Shortly after talking to Stewart, Rita headed back to the lobby for a quick break, and I went to talk to Candy Clark. When I first approached her table, Clark was living a unique form of Celebrity Convention Guest Hell, as a security guard regaled her--in excruciating detail--with stories of how his relative invented Post-It glue. She was a terrific sport, though, and I'm sure my showbiz-related questions were just as inane.

Clark lent a sunny unpretentiousness to her many roles in the '70's. Her character for the ages: sweet-natured party girl Debbie from George Lucas' American Graffiti. Clark spoke with justifiable pride about the role, and the movie's lasting place in screen history. She also registered strongly in the '78 remake of The Big Sleep (opposite Robert Mitchum), and as David Bowie's leading lady in Nicholas Roeg's The Man Who Fell to Earth. She was just wrapping up insights on Bowie's intense focus and concentration as an actor, when my cel phone unceremoniously buzzed. I ignored the damned thing for several seconds, then finally gave in, and picked it up.

"Hello?"

"Hon, it's me," My wife announced on the other end. "What are you doing?"

"Um, talking to Candy Clark about David Bowie," I replied. There's no way, I reasoned, that Rita--a huge Bowie fan herself--would interrupt me now, unless it was something really good.

"Well, you really should get over here. NOW," My wife stated in poised-but-urgent tones before she hung up.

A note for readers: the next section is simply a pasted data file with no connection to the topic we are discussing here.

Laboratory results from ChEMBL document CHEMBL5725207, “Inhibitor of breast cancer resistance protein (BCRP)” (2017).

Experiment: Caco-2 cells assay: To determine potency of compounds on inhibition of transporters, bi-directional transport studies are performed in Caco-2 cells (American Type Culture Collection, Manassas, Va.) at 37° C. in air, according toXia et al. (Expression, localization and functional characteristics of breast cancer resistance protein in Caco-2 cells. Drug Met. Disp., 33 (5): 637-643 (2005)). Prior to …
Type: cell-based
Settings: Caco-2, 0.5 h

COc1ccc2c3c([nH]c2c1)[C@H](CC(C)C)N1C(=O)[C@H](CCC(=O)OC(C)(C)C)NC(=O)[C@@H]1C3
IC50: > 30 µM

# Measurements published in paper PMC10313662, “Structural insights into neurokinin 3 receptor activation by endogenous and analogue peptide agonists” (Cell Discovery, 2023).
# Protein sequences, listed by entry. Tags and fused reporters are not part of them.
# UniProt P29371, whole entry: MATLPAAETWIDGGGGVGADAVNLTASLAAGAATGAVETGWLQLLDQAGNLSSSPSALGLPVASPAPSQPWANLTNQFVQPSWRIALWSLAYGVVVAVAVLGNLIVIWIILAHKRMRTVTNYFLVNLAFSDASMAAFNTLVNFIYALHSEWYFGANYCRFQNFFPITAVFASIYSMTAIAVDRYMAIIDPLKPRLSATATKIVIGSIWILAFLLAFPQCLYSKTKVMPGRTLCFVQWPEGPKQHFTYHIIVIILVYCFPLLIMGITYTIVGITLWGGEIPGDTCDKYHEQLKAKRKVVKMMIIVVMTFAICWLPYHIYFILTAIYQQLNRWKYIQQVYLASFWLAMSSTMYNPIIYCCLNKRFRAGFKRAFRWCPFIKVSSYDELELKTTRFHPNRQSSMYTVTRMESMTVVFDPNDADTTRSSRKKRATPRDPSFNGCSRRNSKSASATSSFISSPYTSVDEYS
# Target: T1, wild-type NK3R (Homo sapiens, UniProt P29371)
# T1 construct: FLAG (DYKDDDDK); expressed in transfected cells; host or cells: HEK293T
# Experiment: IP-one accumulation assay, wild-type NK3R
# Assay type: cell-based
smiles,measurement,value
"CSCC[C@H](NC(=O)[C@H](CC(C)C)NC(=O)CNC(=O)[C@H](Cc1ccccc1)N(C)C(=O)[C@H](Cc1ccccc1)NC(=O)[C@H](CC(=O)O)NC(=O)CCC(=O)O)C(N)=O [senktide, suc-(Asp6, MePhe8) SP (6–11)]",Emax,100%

Ever-courteous guy that I was, I dovetailed my conversation with Candy Clark to a quick but graceful conclusion, getting a picture with her, then heading in Rita's direction. What the hell was up, I pondered? Was Rita witnessing a bank robbery in progress? Had Jesus Christ shown up in a yellow silk jogging suit?

The answer came to me with another vibration of my cel phone. Again, Rita: this time, a text message--just two words:

Ron Jeremy.

Needless to say, adult filmdom's most famous male star was not on the card as a guest. But I rendevoused with the missus at the opposite end of the massive convention hall and there the man was, just walking around and checking out memorabilia like any of us regular schlubs with normal-sized tackle equipment.

Rita actually greeted the hirsute adult-film star just before I got there, reporting him as pleasant and happy to sign autographs (she obtained the guy's John Hancock for a friend of ours). She also overheard him telling another guy, "Follow me into the bathroom, I've gotta show you something." Was he about to put a skeptic's doubts to rest by dropping trou? Come to think of it, let's not speculate too much.

Surreal Life appearance aside, I'm no authority on Jeremy's filmic output, but he represents a fascinating pop-culture icon: the closest thing to a character actor that the appearance-obsessed adult film genre will likely ever see. I decided to ask him for an autograph myself.

In real life, Ron Jeremy looked much as he did on The Surreal Life, down to the non-descript black T-shirt. He was talking to two kids in their early twenties--a guy and a girl, both of whom were gifted with alabaster skin and dyed jet-black goth hair--when I arrived. The porn vet was extolling the praises of a mutual director acquaintance of theirs. "She's a total sweetie," he stated in his distinctive New York clip. "She just won an Adult Video Award for Best Big T**ty Video." Only in Hollywood would you hear such small talk.

I was stymied as to a good conversation opener ("Gee, Mr. Jeremy, you were great in 21 Hump Street,", maybe?), so all I could think to say to him was (Christ in a ketchup bottle, this is embarrassing), "You the man!" like some Bud-chugging frat boy. Hell, he probably thought I was some Bud-chugging frat boy. Despite my utter idiocy, Ron Jeremy smiled politely, signed a note card for me, and even posed for a picture.